Asian Institute of Gastroenterology’s research centre inaugurated
HYDERABAD: Why are Indians not as prone as Chinese or Japanese to gastric cancer in spite of widespread presence of Helicobacter pylori, a bacteria categorised as ‘class-I’ carcinogen by the World Health Organisation in the population?
Are dietary habits, such as intake of turmeric, or genetic factors responsible for low incidence of gastric cancer in the country, compared to China, Korea and Japan?
These are some aspects which will be investigated at the Asian Institute of Gastroenterology’s Centre for Translational Research and Basic which was inaugurated here on Sunday by president of Asian Pacific Association of Gastroenterology Fock Kwong Ming.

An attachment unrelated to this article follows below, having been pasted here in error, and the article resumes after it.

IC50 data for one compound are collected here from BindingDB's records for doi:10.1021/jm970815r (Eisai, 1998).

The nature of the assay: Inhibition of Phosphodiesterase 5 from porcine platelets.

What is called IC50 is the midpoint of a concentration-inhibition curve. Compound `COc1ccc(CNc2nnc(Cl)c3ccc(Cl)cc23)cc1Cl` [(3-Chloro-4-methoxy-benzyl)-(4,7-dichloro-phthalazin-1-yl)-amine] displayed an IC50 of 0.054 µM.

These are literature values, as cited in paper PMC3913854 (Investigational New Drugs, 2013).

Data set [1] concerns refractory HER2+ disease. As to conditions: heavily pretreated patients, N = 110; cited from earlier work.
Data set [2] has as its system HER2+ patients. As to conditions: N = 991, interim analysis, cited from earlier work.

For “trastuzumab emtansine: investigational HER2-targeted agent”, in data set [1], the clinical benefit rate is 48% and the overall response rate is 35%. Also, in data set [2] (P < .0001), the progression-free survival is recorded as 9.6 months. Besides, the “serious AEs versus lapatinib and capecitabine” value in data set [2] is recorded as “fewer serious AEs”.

Prof. Ming later told reporters that the incidence of gastric cancer varied from low to very high in 17 Asian countries. About a million cases were reported world over each year. The mortality rate in gastric cancer was quite high and it was the second most common cause of death among cancers.
He said eradication of H. pylori could prevent gastric cancer. Medicines for it should be administered at the age of 45 years, as it would re-emerge if given earlier.
AIG director D. Nageshwar Reddy said the centre would take up research on diseases peculiar to the country. The institute had already entered into MoUs with the Centre for Cellular and Molecular Biology (CCMB), NIN, National Centre for Cell Sciences. He said the centre had begun work on a major project relating to pancreatic islet cell transplantation for diabetes mellitus.